. . . is hard work, in case you’ve ever wondered. I just spent an over an hour writing comments on just one. Fourteen more to go. The more problematic the paper, the more labor-intensive it is to evaluate, comment on, and grade. Since I teach mostly applied music, it’s been a while since I was confronted by a stack of term papers written by first-year students. These days it’s actually an inbox full of papers, since I had the students submit them electronically, both to save paper and so I could try using the “insert comment” feature in MSWord.
My next-door neighbor teaches philosophy. My paper-grading workload is nothing compared to his.
I wonder how many people outside academia realize how many hours a conscientious college professor spends on grading papers and essay exams. If you do a good job, it takes forever. The energy to do it comes from care, commitment, and a sense of mission. I could have given the paper I just read a B- and written a few comments in 5 or 10 minutes. How much would that have helped the student learn?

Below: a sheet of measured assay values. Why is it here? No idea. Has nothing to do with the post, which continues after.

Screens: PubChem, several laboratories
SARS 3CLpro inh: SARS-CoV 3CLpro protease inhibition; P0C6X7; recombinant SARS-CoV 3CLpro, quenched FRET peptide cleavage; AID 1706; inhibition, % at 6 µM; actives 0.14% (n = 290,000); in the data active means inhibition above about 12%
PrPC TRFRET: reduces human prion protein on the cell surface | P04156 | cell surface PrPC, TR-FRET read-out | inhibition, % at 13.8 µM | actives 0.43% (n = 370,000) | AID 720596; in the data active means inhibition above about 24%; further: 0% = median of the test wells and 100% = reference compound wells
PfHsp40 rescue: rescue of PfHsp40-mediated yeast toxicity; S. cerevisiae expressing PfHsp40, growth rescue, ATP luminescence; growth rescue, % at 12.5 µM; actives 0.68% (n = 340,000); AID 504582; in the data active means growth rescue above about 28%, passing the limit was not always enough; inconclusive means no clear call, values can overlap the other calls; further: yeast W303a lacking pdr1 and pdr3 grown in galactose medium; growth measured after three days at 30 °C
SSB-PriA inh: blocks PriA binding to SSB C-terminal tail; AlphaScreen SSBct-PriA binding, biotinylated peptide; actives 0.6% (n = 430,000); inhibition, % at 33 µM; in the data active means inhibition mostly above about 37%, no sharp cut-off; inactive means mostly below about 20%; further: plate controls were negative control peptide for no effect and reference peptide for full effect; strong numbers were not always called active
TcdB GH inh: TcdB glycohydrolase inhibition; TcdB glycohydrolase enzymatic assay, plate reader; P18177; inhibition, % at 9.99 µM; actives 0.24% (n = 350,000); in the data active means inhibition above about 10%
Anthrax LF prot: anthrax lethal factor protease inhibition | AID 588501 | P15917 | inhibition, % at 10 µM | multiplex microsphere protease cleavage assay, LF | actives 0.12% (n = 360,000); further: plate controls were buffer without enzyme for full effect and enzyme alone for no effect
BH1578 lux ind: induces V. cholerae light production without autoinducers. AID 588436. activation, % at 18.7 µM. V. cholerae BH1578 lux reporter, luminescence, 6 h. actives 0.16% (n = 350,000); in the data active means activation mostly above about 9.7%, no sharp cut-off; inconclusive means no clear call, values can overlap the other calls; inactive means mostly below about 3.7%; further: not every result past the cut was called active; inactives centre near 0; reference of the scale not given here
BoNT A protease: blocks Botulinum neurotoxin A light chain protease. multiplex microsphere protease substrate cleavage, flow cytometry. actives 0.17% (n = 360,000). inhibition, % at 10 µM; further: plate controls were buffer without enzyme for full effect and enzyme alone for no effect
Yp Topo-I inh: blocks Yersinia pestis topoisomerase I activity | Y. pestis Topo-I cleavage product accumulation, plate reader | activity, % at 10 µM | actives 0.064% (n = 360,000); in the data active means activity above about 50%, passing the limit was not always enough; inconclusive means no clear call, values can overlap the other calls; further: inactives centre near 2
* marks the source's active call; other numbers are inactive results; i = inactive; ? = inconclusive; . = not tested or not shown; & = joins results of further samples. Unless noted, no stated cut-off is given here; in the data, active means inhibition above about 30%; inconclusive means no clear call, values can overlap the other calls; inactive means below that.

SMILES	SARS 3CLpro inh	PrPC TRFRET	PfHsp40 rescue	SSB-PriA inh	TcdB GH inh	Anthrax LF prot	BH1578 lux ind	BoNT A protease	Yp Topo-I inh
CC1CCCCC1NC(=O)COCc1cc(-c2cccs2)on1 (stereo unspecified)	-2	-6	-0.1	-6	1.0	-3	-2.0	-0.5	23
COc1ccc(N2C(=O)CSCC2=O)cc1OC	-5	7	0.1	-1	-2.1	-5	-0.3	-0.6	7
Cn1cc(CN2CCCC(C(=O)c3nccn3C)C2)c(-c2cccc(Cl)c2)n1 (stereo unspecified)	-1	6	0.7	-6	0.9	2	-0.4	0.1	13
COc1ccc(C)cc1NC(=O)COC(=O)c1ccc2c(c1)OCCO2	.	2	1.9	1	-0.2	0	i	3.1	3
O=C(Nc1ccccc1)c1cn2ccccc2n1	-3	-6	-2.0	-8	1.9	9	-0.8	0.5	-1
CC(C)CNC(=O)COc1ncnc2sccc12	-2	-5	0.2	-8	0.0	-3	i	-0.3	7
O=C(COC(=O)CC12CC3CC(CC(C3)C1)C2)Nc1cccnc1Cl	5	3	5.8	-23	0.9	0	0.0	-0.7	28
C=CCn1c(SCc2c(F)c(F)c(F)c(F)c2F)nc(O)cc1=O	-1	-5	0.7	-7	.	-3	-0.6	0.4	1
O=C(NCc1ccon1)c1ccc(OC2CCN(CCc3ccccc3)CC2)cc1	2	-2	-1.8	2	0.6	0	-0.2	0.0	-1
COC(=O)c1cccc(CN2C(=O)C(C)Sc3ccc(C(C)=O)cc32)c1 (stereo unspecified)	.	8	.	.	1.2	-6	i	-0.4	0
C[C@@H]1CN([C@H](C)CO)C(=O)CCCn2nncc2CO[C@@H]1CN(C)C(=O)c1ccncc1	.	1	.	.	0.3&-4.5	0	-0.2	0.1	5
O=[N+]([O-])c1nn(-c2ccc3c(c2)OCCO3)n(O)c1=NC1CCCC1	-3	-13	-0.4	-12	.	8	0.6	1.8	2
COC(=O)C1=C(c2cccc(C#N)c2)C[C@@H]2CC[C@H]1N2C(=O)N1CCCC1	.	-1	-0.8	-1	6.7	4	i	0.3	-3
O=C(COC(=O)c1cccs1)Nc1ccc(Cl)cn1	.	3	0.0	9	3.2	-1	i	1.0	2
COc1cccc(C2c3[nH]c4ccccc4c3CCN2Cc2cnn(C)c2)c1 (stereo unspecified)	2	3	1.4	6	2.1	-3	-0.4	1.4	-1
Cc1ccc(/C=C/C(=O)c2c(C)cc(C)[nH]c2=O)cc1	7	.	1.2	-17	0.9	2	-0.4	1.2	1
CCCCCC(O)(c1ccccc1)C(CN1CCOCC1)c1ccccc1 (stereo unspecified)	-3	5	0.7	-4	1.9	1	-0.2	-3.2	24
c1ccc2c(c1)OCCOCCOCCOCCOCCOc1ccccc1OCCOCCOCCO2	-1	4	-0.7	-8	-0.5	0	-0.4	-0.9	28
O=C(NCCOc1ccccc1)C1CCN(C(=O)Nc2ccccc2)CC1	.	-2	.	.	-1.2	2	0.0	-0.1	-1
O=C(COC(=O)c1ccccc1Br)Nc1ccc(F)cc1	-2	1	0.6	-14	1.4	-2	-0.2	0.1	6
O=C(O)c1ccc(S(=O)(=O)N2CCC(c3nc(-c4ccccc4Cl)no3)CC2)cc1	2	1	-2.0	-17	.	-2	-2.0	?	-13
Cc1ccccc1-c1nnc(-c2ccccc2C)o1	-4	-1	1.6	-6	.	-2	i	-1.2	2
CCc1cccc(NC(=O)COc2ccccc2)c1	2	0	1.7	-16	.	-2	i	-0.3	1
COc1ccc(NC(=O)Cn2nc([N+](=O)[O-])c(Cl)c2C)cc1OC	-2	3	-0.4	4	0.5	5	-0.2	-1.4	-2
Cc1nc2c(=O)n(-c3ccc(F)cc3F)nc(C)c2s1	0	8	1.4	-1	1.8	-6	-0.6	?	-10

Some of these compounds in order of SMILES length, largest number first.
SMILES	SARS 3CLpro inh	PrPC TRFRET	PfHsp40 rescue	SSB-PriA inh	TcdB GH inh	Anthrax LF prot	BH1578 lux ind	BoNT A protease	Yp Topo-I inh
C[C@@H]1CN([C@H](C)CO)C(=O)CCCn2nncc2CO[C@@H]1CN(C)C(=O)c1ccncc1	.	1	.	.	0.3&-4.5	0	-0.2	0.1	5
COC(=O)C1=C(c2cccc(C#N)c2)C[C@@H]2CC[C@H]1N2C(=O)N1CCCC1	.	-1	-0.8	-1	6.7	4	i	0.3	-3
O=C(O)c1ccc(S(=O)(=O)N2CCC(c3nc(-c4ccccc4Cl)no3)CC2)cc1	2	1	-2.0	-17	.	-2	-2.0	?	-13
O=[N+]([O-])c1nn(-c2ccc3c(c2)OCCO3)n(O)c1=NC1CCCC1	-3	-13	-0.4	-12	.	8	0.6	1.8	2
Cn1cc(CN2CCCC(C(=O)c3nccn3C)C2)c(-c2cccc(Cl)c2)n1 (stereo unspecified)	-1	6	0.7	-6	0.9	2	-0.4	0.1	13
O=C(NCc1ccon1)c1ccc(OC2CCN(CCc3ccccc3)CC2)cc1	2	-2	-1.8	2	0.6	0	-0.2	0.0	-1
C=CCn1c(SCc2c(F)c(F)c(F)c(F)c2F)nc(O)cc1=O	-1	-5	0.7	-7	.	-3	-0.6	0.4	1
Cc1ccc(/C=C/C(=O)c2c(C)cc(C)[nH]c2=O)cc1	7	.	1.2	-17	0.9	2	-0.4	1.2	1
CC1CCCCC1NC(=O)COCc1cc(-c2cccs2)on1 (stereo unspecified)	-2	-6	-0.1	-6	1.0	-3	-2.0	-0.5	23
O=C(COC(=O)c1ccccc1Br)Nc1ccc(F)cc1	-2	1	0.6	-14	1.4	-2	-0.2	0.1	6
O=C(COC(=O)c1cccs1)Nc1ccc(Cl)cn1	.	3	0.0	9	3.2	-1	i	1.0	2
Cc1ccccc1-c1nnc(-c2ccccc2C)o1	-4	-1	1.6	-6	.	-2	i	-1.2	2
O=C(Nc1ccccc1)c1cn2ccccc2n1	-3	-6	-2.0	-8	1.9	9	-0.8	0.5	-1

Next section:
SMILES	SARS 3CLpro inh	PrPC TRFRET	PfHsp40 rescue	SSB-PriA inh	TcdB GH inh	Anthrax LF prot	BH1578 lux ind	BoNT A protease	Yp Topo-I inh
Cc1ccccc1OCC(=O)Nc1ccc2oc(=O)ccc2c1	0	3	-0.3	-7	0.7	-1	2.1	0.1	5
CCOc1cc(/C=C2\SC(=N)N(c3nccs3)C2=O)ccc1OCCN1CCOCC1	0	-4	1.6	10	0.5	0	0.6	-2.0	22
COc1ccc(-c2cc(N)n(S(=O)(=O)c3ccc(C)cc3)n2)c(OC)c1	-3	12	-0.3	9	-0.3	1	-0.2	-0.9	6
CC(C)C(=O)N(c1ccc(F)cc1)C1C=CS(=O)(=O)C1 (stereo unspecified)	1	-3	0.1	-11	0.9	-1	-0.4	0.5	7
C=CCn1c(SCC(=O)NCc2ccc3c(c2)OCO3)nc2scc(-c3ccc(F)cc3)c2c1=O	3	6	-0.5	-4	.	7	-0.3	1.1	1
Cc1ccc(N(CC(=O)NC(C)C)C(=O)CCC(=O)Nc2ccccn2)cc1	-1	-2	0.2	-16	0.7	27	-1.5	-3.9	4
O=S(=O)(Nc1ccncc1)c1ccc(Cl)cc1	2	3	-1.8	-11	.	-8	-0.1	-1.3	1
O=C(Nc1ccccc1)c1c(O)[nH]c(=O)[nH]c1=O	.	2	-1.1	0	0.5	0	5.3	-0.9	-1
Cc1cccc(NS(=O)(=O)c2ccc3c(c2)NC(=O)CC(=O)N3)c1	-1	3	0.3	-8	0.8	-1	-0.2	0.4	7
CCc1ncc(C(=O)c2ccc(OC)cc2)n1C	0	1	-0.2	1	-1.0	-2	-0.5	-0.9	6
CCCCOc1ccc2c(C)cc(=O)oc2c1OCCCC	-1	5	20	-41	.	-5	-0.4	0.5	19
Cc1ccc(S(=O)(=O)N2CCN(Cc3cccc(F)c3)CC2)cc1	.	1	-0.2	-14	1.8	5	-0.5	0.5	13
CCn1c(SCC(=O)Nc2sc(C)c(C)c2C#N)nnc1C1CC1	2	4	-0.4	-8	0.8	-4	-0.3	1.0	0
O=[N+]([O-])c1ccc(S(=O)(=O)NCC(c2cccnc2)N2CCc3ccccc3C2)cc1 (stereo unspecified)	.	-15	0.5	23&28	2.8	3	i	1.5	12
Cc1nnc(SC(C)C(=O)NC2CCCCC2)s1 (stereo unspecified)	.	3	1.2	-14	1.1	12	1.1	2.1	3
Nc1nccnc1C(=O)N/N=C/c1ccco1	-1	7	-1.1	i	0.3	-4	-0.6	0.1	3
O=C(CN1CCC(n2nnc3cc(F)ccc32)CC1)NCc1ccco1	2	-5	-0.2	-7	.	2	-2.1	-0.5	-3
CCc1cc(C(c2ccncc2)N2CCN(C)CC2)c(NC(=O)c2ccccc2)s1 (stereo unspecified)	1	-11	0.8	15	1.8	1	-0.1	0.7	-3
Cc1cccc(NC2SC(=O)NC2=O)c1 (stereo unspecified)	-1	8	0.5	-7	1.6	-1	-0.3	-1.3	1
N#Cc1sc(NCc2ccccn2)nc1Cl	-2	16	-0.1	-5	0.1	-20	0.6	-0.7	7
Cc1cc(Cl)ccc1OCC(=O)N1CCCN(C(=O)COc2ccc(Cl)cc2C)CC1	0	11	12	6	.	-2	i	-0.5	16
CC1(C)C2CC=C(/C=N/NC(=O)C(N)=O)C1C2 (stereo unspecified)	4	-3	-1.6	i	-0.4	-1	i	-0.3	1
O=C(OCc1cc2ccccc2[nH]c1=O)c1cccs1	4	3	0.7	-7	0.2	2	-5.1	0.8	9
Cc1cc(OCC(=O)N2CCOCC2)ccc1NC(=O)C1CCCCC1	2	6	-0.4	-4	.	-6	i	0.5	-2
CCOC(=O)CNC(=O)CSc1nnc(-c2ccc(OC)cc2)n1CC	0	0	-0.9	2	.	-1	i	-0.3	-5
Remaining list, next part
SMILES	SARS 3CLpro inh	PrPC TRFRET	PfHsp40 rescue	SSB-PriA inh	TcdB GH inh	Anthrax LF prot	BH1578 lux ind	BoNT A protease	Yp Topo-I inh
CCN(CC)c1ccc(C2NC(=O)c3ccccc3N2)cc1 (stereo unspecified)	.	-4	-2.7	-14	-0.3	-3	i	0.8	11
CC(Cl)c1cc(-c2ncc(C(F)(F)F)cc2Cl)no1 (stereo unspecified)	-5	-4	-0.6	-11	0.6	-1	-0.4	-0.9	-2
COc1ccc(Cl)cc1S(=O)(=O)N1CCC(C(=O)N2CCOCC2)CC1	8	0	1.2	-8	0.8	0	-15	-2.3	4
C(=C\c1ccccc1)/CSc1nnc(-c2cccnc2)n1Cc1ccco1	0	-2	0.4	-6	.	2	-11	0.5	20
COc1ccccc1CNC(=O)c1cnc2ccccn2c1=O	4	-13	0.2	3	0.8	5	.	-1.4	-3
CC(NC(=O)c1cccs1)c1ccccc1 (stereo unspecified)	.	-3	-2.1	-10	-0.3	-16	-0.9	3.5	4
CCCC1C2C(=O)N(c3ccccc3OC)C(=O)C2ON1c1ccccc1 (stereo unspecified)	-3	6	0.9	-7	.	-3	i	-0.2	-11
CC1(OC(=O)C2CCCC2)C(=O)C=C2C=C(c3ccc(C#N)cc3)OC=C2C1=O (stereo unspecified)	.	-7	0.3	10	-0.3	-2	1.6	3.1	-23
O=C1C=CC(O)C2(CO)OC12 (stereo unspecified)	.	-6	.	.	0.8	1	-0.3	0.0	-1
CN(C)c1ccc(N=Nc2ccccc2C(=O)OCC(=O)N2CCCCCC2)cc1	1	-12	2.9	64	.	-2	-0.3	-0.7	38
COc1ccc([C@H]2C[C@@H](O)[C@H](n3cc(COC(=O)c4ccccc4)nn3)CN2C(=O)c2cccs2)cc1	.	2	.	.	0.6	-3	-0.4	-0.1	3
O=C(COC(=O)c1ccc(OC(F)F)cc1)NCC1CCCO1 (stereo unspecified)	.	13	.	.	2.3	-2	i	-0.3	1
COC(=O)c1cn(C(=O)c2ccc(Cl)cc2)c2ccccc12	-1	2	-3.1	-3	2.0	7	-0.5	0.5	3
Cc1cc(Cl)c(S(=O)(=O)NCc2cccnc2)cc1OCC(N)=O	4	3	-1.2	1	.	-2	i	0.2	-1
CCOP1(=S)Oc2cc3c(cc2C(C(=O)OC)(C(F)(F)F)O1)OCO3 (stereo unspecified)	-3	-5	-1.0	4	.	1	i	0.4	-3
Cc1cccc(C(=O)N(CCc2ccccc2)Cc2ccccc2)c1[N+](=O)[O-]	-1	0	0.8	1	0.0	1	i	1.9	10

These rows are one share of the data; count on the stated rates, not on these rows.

I’m not writing to pat myself on the back, because I have it easy with just sixteen papers. This process does, however, fill me with a sense of awe at what my liberal-arts colleagues do day in and day out.